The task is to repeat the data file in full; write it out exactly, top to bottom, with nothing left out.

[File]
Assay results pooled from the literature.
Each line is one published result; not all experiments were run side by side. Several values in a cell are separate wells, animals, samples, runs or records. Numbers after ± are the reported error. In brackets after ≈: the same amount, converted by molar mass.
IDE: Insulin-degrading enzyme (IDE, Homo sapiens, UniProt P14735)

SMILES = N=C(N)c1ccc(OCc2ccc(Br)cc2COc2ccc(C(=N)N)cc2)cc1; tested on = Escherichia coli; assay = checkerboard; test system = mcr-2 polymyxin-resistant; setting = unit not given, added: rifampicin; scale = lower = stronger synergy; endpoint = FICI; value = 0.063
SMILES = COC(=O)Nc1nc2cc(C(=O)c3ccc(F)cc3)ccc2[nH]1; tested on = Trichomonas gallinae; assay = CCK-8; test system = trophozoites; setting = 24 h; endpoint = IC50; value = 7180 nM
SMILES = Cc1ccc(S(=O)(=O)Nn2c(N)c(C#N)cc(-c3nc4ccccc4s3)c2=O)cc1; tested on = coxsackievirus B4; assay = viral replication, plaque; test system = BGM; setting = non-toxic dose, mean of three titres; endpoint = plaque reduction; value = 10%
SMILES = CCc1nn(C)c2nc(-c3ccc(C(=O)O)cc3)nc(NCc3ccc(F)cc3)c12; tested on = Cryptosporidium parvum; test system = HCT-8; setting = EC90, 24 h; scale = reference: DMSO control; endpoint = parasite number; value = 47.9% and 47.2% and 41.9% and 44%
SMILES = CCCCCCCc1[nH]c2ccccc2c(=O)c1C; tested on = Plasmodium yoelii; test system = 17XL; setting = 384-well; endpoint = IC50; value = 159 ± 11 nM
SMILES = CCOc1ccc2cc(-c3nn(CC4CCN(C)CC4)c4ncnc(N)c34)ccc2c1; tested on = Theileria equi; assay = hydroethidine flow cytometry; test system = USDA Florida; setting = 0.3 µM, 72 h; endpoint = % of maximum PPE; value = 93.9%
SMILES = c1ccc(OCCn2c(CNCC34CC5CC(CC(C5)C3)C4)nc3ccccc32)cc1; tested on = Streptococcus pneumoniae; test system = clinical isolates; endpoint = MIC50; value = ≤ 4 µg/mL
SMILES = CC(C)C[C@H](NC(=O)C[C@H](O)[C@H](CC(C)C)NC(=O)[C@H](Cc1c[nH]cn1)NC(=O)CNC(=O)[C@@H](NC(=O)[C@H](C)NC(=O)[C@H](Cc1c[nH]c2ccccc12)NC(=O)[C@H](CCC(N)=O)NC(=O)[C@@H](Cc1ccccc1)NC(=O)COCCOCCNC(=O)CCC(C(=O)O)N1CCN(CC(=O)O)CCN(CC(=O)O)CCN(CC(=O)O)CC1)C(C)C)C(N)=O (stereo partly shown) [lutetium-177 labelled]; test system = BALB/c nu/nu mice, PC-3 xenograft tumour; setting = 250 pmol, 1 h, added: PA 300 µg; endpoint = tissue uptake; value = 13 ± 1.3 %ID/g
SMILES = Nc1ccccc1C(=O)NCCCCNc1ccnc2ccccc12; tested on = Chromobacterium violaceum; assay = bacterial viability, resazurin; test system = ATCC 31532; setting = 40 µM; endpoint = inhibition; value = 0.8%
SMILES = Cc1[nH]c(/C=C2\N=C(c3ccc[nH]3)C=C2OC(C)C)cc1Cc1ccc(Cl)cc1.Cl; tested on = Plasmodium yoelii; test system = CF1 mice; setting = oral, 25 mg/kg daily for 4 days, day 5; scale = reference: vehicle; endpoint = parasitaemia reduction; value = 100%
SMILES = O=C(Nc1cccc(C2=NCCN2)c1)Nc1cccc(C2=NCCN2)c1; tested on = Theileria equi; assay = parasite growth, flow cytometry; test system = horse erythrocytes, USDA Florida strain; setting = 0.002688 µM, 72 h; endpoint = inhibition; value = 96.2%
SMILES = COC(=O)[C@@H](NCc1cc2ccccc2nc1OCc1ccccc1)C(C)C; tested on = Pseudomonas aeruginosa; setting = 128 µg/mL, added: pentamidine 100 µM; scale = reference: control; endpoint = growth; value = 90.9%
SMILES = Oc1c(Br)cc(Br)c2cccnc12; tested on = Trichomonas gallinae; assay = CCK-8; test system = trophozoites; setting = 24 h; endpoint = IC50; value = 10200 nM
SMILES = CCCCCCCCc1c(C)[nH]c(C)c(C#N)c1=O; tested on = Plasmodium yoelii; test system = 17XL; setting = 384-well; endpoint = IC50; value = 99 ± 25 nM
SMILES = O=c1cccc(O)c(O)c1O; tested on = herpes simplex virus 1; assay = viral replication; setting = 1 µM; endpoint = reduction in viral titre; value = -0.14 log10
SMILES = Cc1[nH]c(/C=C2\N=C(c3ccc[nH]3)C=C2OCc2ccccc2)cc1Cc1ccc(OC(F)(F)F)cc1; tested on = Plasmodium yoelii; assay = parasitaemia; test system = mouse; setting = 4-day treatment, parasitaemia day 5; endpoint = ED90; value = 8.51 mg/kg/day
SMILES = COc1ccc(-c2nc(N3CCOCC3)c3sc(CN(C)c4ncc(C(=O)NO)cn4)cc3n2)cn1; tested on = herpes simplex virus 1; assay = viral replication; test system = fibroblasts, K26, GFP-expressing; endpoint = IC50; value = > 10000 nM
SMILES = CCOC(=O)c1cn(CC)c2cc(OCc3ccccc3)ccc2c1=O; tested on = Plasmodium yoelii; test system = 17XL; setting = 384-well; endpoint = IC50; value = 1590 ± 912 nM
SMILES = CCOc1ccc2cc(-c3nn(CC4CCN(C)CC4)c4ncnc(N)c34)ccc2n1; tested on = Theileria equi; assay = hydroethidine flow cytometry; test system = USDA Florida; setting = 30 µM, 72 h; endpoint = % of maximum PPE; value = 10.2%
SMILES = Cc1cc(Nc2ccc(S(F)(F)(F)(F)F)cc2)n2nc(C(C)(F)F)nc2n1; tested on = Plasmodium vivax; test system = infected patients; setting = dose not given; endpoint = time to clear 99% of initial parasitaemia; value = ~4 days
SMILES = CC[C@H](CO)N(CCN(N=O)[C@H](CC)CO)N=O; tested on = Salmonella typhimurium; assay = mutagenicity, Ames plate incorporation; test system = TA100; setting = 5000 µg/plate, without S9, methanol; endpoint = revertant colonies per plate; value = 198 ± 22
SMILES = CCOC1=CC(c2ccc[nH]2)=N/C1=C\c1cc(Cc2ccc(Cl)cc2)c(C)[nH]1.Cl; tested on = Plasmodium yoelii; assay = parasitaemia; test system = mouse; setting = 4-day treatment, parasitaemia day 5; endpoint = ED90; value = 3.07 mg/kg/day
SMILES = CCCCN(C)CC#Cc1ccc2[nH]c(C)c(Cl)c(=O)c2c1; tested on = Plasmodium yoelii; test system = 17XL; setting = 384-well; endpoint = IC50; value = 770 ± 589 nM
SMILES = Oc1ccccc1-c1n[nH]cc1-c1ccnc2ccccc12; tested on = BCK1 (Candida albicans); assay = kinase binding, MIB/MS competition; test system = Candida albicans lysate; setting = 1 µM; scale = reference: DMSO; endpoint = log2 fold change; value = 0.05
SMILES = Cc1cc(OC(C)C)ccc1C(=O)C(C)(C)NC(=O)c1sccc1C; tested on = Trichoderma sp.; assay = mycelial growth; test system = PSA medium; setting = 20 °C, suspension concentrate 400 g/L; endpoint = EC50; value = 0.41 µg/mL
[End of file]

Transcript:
Assay results pooled from the literature.
Each line is one published result; not all experiments were run side by side. Several values in a cell are separate wells, animals, samples, runs or records. Numbers after ± are the reported error. In brackets after ≈: the same amount, converted by molar mass.
IDE: Insulin-degrading enzyme (IDE, Homo sapiens, UniProt P14735)

SMILES = N=C(N)c1ccc(OCc2ccc(Br)cc2COc2ccc(C(=N)N)cc2)cc1; tested on = Escherichia coli; assay = checkerboard; test system = mcr-2 polymyxin-resistant; setting = unit not given, added: rifampicin; scale = lower = stronger synergy; endpoint = FICI; value = 0.063
SMILES = COC(=O)Nc1nc2cc(C(=O)c3ccc(F)cc3)ccc2[nH]1; tested on = Trichomonas gallinae; assay = CCK-8; test system = trophozoites; setting = 24 h; endpoint = IC50; value = 7180 nM
SMILES = Cc1ccc(S(=O)(=O)Nn2c(N)c(C#N)cc(-c3nc4ccccc4s3)c2=O)cc1; tested on = coxsackievirus B4; assay = viral replication, plaque; test system = BGM; setting = non-toxic dose, mean of three titres; endpoint = plaque reduction; value = 10%
SMILES = CCc1nn(C)c2nc(-c3ccc(C(=O)O)cc3)nc(NCc3ccc(F)cc3)c12; tested on = Cryptosporidium parvum; test system = HCT-8; setting = EC90, 24 h; scale = reference: DMSO control; endpoint = parasite number; value = 47.9% and 47.2% and 41.9% and 44%
SMILES = CCCCCCCc1[nH]c2ccccc2c(=O)c1C; tested on = Plasmodium yoelii; test system = 17XL; setting = 384-well; endpoint = IC50; value = 159 ± 11 nM
SMILES = CCOc1ccc2cc(-c3nn(CC4CCN(C)CC4)c4ncnc(N)c34)ccc2c1; tested on = Theileria equi; assay = hydroethidine flow cytometry; test system = USDA Florida; setting = 0.3 µM, 72 h; endpoint = % of maximum PPE; value = 93.9%
SMILES = c1ccc(OCCn2c(CNCC34CC5CC(CC(C5)C3)C4)nc3ccccc32)cc1; tested on = Streptococcus pneumoniae; test system = clinical isolates; endpoint = MIC50; value = ≤ 4 µg/mL
SMILES = CC(C)C[C@H](NC(=O)C[C@H](O)[C@H](CC(C)C)NC(=O)[C@H](Cc1c[nH]cn1)NC(=O)CNC(=O)[C@@H](NC(=O)[C@H](C)NC(=O)[C@H](Cc1c[nH]c2ccccc12)NC(=O)[C@H](CCC(N)=O)NC(=O)[C@@H](Cc1ccccc1)NC(=O)COCCOCCNC(=O)CCC(C(=O)O)N1CCN(CC(=O)O)CCN(CC(=O)O)CCN(CC(=O)O)CC1)C(C)C)C(N)=O (stereo partly shown) [lutetium-177 labelled]; test system = BALB/c nu/nu mice, PC-3 xenograft tumour; setting = 250 pmol, 1 h, added: PA 300 µg; endpoint = tissue uptake; value = 13 ± 1.3 %ID/g
SMILES = Nc1ccccc1C(=O)NCCCCNc1ccnc2ccccc12; tested on = Chromobacterium violaceum; assay = bacterial viability, resazurin; test system = ATCC 31532; setting = 40 µM; endpoint = inhibition; value = 0.8%
SMILES = Cc1[nH]c(/C=C2\N=C(c3ccc[nH]3)C=C2OC(C)C)cc1Cc1ccc(Cl)cc1.Cl; tested on = Plasmodium yoelii; test system = CF1 mice; setting = oral, 25 mg/kg daily for 4 days, day 5; scale = reference: vehicle; endpoint = parasitaemia reduction; value = 100%
SMILES = O=C(Nc1cccc(C2=NCCN2)c1)Nc1cccc(C2=NCCN2)c1; tested on = Theileria equi; assay = parasite growth, flow cytometry; test system = horse erythrocytes, USDA Florida strain; setting = 0.002688 µM, 72 h; endpoint = inhibition; value = 96.2%
SMILES = COC(=O)[C@@H](NCc1cc2ccccc2nc1OCc1ccccc1)C(C)C; tested on = Pseudomonas aeruginosa; setting = 128 µg/mL, added: pentamidine 100 µM; scale = reference: control; endpoint = growth; value = 90.9%
SMILES = Oc1c(Br)cc(Br)c2cccnc12; tested on = Trichomonas gallinae; assay = CCK-8; test system = trophozoites; setting = 24 h; endpoint = IC50; value = 10200 nM
SMILES = CCCCCCCCc1c(C)[nH]c(C)c(C#N)c1=O; tested on = Plasmodium yoelii; test system = 17XL; setting = 384-well; endpoint = IC50; value = 99 ± 25 nM
SMILES = O=c1cccc(O)c(O)c1O; tested on = herpes simplex virus 1; assay = viral replication; setting = 1 µM; endpoint = reduction in viral titre; value = -0.14 log10
SMILES = Cc1[nH]c(/C=C2\N=C(c3ccc[nH]3)C=C2OCc2ccccc2)cc1Cc1ccc(OC(F)(F)F)cc1; tested on = Plasmodium yoelii; assay = parasitaemia; test system = mouse; setting = 4-day treatment, parasitaemia day 5; endpoint = ED90; value = 8.51 mg/kg/day
SMILES = COc1ccc(-c2nc(N3CCOCC3)c3sc(CN(C)c4ncc(C(=O)NO)cn4)cc3n2)cn1; tested on = herpes simplex virus 1; assay = viral replication; test system = fibroblasts, K26, GFP-expressing; endpoint = IC50; value = > 10000 nM
SMILES = CCOC(=O)c1cn(CC)c2cc(OCc3ccccc3)ccc2c1=O; tested on = Plasmodium yoelii; test system = 17XL; setting = 384-well; endpoint = IC50; value = 1590 ± 912 nM
SMILES = CCOc1ccc2cc(-c3nn(CC4CCN(C)CC4)c4ncnc(N)c34)ccc2n1; tested on = Theileria equi; assay = hydroethidine flow cytometry; test system = USDA Florida; setting = 30 µM, 72 h; endpoint = % of maximum PPE; value = 10.2%
SMILES = Cc1cc(Nc2ccc(S(F)(F)(F)(F)F)cc2)n2nc(C(C)(F)F)nc2n1; tested on = Plasmodium vivax; test system = infected patients; setting = dose not given; endpoint = time to clear 99% of initial parasitaemia; value = ~4 days
SMILES = CC[C@H](CO)N(CCN(N=O)[C@H](CC)CO)N=O; tested on = Salmonella typhimurium; assay = mutagenicity, Ames plate incorporation; test system = TA100; setting = 5000 µg/plate, without S9, methanol; endpoint = revertant colonies per plate; value = 198 ± 22
SMILES = CCOC1=CC(c2ccc[nH]2)=N/C1=C\c1cc(Cc2ccc(Cl)cc2)c(C)[nH]1.Cl; tested on = Plasmodium yoelii; assay = parasitaemia; test system = mouse; setting = 4-day treatment, parasitaemia day 5; endpoint = ED90; value = 3.07 mg/kg/day
SMILES = CCCCN(C)CC#Cc1ccc2[nH]c(C)c(Cl)c(=O)c2c1; tested on = Plasmodium yoelii; test system = 17XL; setting = 384-well; endpoint = IC50; value = 770 ± 589 nM
SMILES = Oc1ccccc1-c1n[nH]cc1-c1ccnc2ccccc12; tested on = BCK1 (Candida albicans); assay = kinase binding, MIB/MS competition; test system = Candida albicans lysate; setting = 1 µM; scale = reference: DMSO; endpoint = log2 fold change; value = 0.05
SMILES = Cc1cc(OC(C)C)ccc1C(=O)C(C)(C)NC(=O)c1sccc1C; tested on = Trichoderma sp.; assay = mycelial growth; test system = PSA medium; setting = 20 °C, suspension concentrate 400 g/L; endpoint = EC50; value = 0.41 µg/mL